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DIRECTOR: Andrea Arnold
CAST: Kaya Scodelario, James Howson, Solomon Glave, Shannon Beer
RUNNING TIME: 126 minutes
As refreshing as a dawn walk in winter on the Yorkshire moors, Andrea Arnold’s Wuthering Heights shows how 21st century cinema can – and should – go about boldly revitalising even the most familiar literary properties.
Emily Brontë’s oft-filmed, multi-generational 1847 tale of forbidden passions in rural northern England may deal with fictional events set 300 years in the past, but Arnold and her collaborators depict them with a vivid, urgent vibrancy that instantly and absorbingly erases the gap of centuries.
The film’s audacious unconventionality and a cast headed by four unknowns make it a tough commercial sell. But such is the enduring power of Wuthering Heights that there’s no reason why director and co-writer Arnold’s third feature shouldn’t prove an art house success in the mould of her Fish Tank (2009).
This story is presented mainly from the perspective of the book’s Byronic anti-hero, Heathcliff, played as a teenager by Solomon Glave and as a 20-something by James Howson. The action begins with Heathcliff’s arrival at the farmhouse somewhere in Yorkshire – the book specifies only that it’s 60 miles from Liverpool, where Heathcliff is rescued from the streets by Wuthering Heights’ owner, Mr Earnshaw (Paul Hilton).
Heathcliff is treated as a member of the family, effectively a brother to Cathy (Shannon Beer) and Hindley (Lee Shaw), but when Earnshaw dies and Hindley becomes the farm’s “Master”, he’s reduced to a despised servant.
But he continues to be close to Cathy. It’s strongly implied that their bond becomes a fleetingly sexual one until circumstances force them apart, with tragic and drastic consequences for all.
One of the themes of the story is the contrast between wildness and civilisation – Heathcliff and Cathy’s happiest times are spent exploring the muddily picturesque moors, and Heathcliff always retains his close bond with nature and the earth. This is powerfully conveyed by Arnold and her cinematographer Robbie Ryan through the close attention they pay to the flora and fauna of this remote corner of Yorkshire.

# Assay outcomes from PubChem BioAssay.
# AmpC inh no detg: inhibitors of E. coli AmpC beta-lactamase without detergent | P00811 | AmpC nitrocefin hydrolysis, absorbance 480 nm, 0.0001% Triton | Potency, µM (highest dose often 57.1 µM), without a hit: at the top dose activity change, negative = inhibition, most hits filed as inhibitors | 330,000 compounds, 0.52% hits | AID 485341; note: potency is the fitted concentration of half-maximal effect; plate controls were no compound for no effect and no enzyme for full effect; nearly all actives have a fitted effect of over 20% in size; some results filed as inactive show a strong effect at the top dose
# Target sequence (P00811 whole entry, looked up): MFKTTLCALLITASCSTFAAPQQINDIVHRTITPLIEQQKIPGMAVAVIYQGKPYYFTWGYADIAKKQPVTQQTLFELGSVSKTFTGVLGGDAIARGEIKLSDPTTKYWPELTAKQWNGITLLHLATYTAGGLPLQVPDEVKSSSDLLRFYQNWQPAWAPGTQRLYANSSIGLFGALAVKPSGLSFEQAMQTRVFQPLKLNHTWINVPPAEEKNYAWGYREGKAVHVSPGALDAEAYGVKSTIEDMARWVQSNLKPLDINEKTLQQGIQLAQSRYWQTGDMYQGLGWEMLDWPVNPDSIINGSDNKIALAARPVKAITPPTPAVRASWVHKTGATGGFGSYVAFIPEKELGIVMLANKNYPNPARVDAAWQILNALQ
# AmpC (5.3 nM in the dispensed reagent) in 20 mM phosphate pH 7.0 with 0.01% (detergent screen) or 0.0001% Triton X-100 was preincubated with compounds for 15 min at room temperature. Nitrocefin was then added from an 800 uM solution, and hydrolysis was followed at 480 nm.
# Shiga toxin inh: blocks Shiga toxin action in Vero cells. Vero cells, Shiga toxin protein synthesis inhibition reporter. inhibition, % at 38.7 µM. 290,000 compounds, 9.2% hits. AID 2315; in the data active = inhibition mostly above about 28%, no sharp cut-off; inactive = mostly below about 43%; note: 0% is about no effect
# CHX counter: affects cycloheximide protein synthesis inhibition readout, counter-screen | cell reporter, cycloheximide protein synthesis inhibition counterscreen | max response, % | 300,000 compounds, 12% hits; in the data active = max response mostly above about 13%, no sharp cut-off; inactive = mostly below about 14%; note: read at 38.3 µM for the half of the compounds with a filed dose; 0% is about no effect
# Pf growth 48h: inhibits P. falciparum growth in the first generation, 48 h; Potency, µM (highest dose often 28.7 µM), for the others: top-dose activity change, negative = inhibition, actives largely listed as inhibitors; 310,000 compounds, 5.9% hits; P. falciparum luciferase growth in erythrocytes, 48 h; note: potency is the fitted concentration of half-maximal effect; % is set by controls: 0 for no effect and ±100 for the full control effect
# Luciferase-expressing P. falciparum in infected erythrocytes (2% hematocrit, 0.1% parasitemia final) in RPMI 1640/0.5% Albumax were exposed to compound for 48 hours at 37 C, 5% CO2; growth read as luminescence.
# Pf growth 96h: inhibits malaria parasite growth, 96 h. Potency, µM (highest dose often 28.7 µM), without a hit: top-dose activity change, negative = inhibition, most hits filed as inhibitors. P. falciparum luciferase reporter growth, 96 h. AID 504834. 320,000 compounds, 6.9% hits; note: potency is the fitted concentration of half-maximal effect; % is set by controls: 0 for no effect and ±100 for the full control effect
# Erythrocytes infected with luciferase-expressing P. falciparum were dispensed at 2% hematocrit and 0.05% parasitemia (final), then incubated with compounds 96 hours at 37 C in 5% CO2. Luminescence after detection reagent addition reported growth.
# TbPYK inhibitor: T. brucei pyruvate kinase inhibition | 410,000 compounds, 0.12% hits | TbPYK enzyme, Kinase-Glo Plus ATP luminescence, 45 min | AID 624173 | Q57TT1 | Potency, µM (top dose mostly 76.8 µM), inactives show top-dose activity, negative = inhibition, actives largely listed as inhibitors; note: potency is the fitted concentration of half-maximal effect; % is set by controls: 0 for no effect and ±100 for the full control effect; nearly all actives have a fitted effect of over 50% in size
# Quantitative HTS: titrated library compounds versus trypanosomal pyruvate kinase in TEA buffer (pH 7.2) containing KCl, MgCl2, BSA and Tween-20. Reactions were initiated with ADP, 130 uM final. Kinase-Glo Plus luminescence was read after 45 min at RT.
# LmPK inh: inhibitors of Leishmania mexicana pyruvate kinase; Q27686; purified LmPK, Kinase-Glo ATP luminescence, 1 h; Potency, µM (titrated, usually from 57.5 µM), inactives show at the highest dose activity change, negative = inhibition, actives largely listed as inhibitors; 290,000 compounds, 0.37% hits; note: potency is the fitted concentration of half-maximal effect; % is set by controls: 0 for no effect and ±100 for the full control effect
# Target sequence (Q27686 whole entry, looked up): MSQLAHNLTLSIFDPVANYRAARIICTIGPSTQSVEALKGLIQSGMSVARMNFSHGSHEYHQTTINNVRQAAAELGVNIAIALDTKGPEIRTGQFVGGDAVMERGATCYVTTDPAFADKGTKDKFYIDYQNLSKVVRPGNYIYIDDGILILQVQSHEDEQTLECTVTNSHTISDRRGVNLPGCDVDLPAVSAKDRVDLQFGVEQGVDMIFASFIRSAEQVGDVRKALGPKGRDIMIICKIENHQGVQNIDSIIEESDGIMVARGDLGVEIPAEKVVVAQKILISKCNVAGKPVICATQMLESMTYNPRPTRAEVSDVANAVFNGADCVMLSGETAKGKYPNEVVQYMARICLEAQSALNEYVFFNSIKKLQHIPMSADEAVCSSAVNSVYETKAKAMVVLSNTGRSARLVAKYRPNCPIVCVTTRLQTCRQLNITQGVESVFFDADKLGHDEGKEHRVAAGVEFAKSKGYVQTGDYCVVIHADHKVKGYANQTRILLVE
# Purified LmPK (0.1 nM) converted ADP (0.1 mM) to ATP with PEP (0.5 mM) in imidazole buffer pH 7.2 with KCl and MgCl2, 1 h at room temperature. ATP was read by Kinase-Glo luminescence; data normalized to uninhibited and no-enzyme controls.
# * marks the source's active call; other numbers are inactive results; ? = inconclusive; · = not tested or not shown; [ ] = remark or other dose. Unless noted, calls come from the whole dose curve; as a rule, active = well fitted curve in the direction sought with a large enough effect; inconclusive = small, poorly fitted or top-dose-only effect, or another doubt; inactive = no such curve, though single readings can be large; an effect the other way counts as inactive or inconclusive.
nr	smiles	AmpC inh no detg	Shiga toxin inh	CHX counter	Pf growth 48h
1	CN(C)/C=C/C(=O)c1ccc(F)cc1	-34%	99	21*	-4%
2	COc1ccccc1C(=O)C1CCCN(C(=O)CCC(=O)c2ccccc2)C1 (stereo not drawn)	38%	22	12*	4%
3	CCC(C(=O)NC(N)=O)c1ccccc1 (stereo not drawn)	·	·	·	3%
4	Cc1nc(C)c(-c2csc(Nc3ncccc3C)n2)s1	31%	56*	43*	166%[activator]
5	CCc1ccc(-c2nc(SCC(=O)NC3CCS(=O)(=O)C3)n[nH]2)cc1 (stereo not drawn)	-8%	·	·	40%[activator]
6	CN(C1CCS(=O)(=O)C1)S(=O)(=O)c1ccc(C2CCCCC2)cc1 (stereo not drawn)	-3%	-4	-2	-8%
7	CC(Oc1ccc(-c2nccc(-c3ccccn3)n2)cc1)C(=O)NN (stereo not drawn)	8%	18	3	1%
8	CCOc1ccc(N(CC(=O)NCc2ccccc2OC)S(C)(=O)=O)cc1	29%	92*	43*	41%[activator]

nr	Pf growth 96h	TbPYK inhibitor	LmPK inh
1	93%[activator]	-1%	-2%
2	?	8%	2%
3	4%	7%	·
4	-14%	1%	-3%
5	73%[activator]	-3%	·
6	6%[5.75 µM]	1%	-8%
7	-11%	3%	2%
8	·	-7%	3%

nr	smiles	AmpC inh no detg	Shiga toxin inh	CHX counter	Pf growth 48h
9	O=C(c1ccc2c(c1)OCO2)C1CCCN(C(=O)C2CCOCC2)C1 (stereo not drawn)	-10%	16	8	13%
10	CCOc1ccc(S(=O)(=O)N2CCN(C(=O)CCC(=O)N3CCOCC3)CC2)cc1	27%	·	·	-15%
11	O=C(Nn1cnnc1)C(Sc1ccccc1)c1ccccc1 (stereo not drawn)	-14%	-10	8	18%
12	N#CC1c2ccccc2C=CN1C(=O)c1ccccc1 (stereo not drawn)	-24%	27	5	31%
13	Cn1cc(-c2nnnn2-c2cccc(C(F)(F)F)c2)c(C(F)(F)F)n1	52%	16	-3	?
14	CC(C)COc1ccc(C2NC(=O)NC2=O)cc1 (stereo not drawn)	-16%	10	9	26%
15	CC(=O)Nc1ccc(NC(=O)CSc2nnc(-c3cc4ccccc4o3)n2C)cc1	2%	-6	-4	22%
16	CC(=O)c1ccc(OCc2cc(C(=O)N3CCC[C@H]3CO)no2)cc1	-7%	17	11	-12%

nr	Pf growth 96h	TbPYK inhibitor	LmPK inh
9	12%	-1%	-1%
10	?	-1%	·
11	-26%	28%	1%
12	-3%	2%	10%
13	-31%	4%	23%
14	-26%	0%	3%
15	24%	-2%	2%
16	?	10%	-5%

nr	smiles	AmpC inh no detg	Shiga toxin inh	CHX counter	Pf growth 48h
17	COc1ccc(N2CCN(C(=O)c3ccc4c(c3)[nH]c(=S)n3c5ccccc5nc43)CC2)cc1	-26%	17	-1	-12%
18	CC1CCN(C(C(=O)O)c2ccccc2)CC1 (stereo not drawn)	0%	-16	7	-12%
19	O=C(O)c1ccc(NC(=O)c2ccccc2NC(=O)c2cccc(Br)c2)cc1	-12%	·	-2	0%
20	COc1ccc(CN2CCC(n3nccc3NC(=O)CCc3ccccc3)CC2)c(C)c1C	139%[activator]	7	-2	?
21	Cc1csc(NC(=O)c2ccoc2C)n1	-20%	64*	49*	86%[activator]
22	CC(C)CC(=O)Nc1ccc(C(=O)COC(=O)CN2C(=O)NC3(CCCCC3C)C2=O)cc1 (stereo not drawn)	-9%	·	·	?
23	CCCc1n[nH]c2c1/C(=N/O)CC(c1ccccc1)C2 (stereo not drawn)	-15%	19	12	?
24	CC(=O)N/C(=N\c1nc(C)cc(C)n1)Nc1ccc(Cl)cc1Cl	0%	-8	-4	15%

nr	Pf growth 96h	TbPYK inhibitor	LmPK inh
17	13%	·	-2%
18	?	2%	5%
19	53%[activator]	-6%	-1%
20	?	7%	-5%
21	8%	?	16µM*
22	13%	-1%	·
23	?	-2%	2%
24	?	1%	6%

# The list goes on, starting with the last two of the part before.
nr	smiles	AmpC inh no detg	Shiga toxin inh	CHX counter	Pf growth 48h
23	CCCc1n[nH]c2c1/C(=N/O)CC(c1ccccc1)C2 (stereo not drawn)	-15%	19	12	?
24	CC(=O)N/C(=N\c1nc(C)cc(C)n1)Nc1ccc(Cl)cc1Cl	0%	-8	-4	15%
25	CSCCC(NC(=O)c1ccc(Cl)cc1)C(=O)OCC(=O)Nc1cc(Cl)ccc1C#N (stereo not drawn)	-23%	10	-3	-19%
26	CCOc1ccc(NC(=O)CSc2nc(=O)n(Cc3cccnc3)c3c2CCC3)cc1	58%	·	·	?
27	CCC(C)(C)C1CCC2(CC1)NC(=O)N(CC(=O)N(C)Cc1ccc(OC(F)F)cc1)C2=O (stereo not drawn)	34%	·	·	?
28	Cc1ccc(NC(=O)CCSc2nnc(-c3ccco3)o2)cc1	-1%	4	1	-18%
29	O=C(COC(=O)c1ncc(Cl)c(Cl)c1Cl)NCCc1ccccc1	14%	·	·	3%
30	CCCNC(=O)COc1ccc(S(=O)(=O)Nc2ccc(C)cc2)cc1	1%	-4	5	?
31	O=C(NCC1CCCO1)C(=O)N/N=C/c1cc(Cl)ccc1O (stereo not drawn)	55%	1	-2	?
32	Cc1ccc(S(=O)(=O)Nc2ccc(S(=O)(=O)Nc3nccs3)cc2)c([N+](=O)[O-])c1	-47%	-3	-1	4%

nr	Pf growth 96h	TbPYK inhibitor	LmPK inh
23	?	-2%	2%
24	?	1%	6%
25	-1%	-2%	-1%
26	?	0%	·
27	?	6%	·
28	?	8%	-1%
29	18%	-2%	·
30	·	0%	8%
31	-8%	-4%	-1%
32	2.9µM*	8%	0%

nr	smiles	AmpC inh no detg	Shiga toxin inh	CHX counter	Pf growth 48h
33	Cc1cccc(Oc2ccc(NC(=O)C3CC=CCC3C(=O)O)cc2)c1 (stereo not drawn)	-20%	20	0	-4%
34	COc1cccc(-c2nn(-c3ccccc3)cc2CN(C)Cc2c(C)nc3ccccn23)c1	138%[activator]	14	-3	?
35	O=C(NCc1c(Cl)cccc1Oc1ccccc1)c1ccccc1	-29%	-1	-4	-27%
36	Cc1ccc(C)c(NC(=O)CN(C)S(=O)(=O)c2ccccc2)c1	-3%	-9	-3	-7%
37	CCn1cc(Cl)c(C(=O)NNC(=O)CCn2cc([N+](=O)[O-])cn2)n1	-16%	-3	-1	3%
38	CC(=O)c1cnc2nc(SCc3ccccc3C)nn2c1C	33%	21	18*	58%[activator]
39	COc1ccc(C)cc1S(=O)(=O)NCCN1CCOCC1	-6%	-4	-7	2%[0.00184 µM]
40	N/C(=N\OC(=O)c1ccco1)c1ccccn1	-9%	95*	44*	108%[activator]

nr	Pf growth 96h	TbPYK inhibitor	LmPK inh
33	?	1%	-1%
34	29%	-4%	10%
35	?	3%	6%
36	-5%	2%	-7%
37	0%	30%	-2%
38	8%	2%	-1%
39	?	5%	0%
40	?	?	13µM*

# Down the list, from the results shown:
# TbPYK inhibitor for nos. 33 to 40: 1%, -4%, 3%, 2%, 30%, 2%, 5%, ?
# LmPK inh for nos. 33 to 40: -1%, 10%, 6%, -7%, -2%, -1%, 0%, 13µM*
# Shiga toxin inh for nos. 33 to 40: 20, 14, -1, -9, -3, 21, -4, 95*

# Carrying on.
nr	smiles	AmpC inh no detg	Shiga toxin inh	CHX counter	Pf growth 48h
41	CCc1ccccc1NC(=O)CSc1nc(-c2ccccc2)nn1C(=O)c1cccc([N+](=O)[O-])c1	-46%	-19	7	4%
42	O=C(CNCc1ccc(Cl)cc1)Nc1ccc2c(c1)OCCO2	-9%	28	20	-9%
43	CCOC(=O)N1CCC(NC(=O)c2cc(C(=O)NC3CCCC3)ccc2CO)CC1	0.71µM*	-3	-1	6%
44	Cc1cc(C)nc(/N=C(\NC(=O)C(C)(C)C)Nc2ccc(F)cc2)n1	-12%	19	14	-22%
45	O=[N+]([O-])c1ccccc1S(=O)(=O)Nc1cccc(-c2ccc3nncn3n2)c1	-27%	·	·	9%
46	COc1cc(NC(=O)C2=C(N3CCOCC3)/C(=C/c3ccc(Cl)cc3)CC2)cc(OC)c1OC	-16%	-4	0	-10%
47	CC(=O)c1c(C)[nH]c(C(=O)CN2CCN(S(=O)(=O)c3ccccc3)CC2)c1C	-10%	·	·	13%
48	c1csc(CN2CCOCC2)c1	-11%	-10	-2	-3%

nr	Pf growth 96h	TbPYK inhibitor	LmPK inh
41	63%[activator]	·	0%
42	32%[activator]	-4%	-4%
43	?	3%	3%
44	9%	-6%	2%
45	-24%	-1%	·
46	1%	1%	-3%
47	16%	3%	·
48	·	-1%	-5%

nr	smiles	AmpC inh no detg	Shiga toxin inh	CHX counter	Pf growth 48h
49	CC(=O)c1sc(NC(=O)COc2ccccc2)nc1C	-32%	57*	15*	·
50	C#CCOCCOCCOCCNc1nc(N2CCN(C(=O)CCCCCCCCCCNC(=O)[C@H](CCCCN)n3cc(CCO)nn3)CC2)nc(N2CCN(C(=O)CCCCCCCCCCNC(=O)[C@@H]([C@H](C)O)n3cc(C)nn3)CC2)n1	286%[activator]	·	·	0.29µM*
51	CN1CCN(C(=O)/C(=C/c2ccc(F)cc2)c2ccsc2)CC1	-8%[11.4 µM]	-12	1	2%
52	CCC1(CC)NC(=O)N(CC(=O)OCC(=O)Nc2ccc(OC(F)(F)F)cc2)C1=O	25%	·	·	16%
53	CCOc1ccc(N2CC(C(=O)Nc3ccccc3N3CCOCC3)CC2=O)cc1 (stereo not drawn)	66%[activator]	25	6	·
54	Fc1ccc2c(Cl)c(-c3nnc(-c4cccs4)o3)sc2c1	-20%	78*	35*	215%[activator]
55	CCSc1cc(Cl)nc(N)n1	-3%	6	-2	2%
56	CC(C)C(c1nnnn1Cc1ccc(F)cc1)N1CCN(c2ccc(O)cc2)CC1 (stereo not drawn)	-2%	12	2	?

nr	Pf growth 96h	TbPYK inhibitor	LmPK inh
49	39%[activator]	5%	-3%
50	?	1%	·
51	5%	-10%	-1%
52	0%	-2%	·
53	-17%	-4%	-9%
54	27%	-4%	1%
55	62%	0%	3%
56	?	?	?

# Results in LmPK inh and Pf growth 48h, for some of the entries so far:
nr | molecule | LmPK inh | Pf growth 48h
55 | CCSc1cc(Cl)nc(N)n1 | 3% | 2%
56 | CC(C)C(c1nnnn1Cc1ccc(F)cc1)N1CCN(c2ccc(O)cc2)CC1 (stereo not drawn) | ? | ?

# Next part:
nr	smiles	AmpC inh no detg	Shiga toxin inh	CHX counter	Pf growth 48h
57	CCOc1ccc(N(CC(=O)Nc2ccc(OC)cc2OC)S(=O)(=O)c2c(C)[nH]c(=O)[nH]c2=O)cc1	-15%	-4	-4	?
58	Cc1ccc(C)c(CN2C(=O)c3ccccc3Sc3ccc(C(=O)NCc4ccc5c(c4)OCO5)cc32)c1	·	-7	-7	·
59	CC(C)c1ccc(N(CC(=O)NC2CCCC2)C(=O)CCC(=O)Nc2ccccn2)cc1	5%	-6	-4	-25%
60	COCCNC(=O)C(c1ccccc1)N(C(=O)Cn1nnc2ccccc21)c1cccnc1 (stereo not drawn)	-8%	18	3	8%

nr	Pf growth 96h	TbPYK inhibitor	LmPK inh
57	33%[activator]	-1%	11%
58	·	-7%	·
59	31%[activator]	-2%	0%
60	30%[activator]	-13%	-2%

Frequent shots of birds, beetles and nettles call to mind the natural-world scrutinisations of Terrence Malick, and may strike some as unnecessarily repetitive. But they serve to immerse us in Wuthering Heights’ world of perpetual struggle, death and rebirth, providing an intense background for the stormy human relationships that propel the story forward.
Natural sounds of wind and rain are deployed in place of a musical score – and there’s certainly no shortage of weather here – “wuthering” is defined in the book as “atmospheric tumult”.
Performances are blunt and unmannered. Kaya Scodelario plays the adult Cathy with only the occasional linguistic anachronism jarring on the ear. These minor flubs are outweighed by the impact of the plausibly unadorned, sometimes vicious language used by what are essentially uneducated working-class farmers.
This includes several four-letter outbursts and a smattering of uses (by Hindley) of the N-word towards Heathcliff – Glave and Howson are both black, a pioneering bit of casting from Arnold. Heathcliff is described in the book as “dark”, “gipsy” and looking like a “Lascar” from southern Asia, but has always been played by Caucasians.
Arnold’s Wuthering Heights is her most successful and satisfying feature to date. Her only real misstep is the inclusion of a newly-commissioned, unmistakably modern-sounding song by popular British neo-folk band Mumford & Sons during the final moments and over the closing credits.
What Arnold doesn’t include is the second half of the book. As with almost all screen adaptations, the action ends shortly after Cathy’s death. Those who come to the Brontë after seeing the films are usually amazed to find Cathy expiring on page 193 of a 390-page text with a whole other generation of romantic entanglement and misadventure to come. But if this movie obtains the success it deserves, perhaps Arnold, Ryan and company might be persuaded to return for a sequel.
If you liked… The Deep Blue Sea, Jane Eyre or Pride and Prejudice… you will like this.